Cops Quietly Using Secret Spy Tool to Find Suspects
Critics say cell-tower simulators violate civil liberties, 4th Amendment
By Jenn Gidman,  Newser Staff
Posted Feb 23, 2015 3:39 PM CST
Police departments nationwide have released incomplete details about a phone-surveillance tool known as a StingRay and have blacked out or denied contracts with the device’s maker.   (AP Photo/Nam Y. Huh, File)

(Newser) – A device police can use to pinpoint a suspect's location with what some say is 100% reliability may just sound like the latest cool tool in a cop's catch-a-criminal arsenal. But the surveillance instrument used by the Tallahassee PD since 2007 is worrying the ACLU, judges, and citizens who say it's a violation of civil rights and the Fourth Amendment, the Washington Post reports. These so-called cell-site or cell-tower simulators (also known as IMSI catchers and often sold under the StingRay brand) trick cellphones within range into connecting to them as they would to an actual cellphone tower; police may then potentially access location and communication data from any of the "fooled" phones, as per the Post. However, when the device is flicked on, service to other phones may be disrupted, batteries drain more quickly, and info is culled from not just the suspect, but also other phones in range.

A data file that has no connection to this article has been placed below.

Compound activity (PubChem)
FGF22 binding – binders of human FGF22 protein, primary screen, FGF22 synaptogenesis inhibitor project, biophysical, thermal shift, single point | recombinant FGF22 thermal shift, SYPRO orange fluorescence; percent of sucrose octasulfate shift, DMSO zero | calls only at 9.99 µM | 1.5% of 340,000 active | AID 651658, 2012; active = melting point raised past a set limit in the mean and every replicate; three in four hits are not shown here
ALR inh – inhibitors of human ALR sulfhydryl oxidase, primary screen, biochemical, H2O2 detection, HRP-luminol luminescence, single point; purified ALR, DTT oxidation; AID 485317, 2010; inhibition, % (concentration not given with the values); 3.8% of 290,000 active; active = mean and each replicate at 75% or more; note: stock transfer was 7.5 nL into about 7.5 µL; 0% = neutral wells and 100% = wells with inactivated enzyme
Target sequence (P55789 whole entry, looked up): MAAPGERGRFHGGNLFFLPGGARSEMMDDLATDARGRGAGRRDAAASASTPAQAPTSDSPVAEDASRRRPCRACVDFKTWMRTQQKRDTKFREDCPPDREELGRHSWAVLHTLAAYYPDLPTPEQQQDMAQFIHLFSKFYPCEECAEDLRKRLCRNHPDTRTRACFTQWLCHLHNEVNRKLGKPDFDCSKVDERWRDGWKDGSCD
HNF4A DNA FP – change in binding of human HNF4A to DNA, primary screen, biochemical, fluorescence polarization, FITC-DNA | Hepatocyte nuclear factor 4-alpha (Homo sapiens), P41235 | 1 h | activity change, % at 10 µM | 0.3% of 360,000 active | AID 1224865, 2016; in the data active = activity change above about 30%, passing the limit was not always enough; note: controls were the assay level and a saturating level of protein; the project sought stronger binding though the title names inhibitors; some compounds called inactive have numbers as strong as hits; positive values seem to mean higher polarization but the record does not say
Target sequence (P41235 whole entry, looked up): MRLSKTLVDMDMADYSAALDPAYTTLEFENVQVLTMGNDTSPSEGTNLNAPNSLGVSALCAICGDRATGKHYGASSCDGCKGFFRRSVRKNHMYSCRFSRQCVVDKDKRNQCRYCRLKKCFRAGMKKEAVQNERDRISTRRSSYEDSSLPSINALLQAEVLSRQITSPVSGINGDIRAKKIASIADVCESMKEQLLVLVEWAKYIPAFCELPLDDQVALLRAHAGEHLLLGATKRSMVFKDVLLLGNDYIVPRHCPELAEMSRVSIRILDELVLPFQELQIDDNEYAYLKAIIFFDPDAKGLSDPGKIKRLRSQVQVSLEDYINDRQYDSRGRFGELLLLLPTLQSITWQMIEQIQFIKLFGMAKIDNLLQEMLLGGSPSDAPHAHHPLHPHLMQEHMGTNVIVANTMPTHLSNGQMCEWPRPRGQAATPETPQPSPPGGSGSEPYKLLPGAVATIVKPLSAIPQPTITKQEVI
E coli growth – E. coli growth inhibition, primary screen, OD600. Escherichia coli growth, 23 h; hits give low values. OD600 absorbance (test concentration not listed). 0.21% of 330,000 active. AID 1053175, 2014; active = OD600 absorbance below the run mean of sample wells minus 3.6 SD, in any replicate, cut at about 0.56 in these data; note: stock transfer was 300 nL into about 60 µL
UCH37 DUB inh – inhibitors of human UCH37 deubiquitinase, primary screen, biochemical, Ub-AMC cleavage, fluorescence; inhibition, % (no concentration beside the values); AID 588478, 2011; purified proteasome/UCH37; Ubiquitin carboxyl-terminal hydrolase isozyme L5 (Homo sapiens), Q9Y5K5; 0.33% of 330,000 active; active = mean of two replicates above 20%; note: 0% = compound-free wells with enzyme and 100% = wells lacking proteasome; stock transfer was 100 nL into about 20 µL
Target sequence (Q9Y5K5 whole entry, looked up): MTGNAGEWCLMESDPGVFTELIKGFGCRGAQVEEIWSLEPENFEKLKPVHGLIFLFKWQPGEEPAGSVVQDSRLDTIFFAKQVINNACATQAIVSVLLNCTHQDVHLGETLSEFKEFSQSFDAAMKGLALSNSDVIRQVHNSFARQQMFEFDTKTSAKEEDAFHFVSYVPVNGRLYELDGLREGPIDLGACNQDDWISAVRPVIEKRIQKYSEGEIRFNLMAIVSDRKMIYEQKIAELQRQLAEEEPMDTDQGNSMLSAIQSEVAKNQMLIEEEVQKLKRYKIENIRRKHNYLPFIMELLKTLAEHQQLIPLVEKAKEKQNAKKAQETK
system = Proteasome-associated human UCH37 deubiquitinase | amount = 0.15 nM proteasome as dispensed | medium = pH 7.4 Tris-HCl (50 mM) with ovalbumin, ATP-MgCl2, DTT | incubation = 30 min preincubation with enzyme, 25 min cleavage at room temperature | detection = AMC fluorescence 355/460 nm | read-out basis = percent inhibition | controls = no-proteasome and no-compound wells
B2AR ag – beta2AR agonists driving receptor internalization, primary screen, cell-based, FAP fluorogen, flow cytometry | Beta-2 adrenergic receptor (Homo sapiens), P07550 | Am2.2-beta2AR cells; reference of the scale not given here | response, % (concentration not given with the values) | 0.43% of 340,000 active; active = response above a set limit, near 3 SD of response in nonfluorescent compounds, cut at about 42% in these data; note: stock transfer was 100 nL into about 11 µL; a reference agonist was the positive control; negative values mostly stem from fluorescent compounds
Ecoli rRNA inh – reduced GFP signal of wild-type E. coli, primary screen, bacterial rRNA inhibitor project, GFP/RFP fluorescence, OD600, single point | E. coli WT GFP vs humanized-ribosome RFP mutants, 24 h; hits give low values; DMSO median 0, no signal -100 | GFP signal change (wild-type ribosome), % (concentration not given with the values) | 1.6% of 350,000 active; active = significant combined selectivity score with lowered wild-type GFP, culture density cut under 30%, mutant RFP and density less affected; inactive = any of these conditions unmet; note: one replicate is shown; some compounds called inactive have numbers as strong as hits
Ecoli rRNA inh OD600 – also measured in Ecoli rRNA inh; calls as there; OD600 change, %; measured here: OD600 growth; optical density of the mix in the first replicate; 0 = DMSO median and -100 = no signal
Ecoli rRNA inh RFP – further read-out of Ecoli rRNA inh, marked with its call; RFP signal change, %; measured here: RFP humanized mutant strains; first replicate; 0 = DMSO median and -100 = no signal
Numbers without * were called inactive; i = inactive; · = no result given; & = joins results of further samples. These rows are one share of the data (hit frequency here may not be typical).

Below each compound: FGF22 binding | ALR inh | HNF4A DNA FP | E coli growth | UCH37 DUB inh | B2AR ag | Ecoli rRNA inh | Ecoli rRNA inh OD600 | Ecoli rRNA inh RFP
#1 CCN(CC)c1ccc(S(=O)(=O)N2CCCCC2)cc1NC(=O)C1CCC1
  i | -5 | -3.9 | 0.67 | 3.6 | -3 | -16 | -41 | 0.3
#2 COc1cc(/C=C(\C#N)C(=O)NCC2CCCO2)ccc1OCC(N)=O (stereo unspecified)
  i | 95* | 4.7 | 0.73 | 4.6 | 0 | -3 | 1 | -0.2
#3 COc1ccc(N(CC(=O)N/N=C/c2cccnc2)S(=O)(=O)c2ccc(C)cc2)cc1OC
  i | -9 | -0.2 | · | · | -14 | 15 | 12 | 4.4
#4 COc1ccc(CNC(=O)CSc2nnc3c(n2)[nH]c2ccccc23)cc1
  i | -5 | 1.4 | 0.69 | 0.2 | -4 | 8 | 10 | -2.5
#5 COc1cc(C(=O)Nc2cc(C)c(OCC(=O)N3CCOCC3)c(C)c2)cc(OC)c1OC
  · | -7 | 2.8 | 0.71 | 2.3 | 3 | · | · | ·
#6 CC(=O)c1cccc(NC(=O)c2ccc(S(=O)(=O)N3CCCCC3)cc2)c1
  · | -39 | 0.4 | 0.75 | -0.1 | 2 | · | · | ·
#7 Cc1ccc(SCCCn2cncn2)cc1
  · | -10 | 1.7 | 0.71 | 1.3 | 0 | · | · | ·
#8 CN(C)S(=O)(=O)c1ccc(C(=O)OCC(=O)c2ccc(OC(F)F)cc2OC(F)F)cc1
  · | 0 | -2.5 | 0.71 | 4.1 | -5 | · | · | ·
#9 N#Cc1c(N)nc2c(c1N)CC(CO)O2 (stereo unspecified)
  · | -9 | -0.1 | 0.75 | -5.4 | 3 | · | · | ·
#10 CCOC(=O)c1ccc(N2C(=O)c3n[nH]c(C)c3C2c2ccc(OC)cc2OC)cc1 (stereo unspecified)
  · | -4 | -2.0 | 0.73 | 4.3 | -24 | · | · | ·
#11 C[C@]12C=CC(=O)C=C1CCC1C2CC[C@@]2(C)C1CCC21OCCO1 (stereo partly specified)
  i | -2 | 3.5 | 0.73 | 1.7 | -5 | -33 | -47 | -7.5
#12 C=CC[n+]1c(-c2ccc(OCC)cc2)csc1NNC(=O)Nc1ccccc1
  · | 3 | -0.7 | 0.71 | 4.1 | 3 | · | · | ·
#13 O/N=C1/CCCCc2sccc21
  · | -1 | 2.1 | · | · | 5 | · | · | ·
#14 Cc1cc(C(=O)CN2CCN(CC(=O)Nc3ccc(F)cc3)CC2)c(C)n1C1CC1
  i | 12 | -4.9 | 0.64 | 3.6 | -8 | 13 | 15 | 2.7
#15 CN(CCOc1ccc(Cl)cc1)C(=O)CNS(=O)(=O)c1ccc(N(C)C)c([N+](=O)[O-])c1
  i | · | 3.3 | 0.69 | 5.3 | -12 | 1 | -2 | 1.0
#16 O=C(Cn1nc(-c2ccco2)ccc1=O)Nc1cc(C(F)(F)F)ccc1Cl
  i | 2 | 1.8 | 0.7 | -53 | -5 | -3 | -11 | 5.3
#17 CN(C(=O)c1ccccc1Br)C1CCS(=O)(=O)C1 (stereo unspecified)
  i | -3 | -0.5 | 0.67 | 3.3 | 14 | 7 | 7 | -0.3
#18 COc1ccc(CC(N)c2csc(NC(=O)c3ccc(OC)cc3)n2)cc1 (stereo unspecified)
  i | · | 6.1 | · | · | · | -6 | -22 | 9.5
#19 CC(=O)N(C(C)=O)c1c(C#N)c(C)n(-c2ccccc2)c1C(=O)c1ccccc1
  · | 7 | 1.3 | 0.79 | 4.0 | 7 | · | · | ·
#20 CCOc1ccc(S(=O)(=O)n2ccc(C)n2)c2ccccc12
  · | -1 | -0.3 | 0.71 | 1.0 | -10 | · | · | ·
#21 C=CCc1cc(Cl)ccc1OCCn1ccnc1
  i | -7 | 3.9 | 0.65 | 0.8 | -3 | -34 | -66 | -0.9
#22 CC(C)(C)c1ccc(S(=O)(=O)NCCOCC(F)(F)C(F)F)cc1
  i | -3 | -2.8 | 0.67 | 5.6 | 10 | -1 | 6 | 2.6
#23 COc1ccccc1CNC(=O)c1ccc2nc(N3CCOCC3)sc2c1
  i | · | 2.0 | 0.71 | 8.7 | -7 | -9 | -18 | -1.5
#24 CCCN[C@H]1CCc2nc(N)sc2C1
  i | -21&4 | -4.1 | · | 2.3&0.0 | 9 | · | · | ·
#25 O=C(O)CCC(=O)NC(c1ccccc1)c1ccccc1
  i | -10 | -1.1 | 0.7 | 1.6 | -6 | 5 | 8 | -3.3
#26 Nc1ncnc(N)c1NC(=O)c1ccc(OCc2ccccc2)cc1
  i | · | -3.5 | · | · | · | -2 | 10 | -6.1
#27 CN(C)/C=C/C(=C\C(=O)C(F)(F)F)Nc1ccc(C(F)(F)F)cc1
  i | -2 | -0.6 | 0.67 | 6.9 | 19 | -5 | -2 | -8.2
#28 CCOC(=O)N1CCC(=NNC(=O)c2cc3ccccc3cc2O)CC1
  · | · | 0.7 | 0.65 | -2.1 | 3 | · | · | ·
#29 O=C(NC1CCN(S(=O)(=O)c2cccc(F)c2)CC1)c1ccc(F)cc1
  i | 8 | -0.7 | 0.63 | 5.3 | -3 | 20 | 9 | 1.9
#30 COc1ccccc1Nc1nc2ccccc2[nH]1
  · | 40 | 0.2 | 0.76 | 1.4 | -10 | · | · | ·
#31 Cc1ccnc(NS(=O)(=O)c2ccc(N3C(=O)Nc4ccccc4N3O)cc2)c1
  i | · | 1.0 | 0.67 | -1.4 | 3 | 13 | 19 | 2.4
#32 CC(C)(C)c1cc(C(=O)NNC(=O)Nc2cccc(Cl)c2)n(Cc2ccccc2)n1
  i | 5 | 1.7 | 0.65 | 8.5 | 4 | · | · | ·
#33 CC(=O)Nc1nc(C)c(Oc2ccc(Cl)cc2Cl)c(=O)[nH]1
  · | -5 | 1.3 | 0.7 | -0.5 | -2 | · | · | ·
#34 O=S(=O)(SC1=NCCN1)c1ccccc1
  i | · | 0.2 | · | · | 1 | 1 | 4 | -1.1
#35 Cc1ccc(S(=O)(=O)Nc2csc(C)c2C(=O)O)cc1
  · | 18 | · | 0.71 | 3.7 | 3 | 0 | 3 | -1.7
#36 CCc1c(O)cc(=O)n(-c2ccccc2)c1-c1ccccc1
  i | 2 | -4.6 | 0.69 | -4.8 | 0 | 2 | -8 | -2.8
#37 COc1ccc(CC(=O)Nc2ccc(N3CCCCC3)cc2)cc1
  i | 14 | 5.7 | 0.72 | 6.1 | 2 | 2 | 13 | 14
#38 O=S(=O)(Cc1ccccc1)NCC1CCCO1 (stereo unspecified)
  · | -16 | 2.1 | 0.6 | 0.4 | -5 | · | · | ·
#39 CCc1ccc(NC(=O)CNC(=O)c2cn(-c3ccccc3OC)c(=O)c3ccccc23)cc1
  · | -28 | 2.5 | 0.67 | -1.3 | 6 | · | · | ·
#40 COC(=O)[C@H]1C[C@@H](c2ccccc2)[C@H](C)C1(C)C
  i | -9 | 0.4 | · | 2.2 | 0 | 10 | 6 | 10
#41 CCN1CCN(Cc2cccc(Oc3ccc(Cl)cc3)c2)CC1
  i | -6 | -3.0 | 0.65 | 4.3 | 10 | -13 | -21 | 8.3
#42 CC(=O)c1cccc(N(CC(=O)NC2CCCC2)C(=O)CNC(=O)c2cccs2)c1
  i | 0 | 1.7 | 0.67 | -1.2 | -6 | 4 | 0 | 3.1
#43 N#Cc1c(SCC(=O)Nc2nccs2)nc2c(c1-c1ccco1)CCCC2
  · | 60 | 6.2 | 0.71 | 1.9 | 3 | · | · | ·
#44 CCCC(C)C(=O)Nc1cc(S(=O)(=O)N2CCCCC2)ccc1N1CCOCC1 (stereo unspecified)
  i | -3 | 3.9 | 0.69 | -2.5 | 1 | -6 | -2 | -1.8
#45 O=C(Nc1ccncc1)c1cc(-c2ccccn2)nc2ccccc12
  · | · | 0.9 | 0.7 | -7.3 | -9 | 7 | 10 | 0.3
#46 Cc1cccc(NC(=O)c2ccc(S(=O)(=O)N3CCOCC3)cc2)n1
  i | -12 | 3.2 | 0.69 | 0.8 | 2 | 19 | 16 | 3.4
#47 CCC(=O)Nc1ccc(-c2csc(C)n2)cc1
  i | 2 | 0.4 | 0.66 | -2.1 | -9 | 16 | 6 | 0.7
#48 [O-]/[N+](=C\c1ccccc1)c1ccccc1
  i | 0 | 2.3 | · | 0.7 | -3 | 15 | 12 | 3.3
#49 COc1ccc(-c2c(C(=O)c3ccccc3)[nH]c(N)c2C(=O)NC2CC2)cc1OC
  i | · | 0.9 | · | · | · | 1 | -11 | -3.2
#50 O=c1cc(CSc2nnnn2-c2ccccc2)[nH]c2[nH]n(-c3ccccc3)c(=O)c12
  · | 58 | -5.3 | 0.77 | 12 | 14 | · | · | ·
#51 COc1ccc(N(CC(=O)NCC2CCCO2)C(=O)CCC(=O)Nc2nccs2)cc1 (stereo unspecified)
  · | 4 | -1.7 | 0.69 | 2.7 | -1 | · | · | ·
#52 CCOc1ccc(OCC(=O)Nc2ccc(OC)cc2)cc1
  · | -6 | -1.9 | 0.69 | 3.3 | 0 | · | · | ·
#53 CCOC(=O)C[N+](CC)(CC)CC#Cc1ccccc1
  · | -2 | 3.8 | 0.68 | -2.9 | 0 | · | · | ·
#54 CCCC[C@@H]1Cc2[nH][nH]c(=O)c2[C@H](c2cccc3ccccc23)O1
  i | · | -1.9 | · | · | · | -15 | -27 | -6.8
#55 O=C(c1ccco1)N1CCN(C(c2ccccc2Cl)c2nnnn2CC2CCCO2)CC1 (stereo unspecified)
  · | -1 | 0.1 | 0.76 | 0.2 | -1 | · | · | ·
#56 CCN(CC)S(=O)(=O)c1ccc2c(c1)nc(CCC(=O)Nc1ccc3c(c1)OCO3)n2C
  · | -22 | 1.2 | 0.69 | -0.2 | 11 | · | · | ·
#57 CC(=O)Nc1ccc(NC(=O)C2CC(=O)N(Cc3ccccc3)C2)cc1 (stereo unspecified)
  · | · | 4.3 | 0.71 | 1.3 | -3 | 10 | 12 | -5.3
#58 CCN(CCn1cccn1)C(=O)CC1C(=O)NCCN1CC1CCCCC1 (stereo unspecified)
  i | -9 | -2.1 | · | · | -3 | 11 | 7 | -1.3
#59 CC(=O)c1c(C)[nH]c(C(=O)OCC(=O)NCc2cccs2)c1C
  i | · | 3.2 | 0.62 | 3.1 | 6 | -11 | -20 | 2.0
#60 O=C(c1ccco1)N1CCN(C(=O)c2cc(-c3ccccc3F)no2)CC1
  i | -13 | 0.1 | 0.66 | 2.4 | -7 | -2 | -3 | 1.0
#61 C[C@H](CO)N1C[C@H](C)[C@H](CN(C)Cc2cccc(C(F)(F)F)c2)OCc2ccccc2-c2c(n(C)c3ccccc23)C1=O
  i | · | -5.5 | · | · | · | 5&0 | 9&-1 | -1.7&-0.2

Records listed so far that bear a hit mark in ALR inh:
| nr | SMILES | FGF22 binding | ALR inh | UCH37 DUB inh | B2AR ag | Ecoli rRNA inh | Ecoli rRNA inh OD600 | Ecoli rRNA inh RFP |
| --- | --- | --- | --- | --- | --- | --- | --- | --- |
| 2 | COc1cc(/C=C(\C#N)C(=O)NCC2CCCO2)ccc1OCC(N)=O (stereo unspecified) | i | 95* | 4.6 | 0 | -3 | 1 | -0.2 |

The ACLU reports that Florida law enforcement agencies have spent more than $3 million on this equipment since 2008, and it's spread beyond the Sunshine State: The organization has been able to ID 48 agencies in 20 states and DC that own the simulators. Although the Tallahassee PD and FBI say the unit can only be used with a court order (and they don't collect call content or text messages with it), judges, attorneys, and the public are creeped out by the secrecy: Cops often cite an FBI "nondisclosure agreement" and refuse to explain how the technology works, saying it will compromise the device's efficacy, the Post notes. However, a public defender who took on the case of an 18-year-old busted via the device for robbery called the "scooping up [of] all manner of information from a target cellphone, as well as nearly all cellphones in the general area" nothing more than "exploratory rummaging." Click for the full report.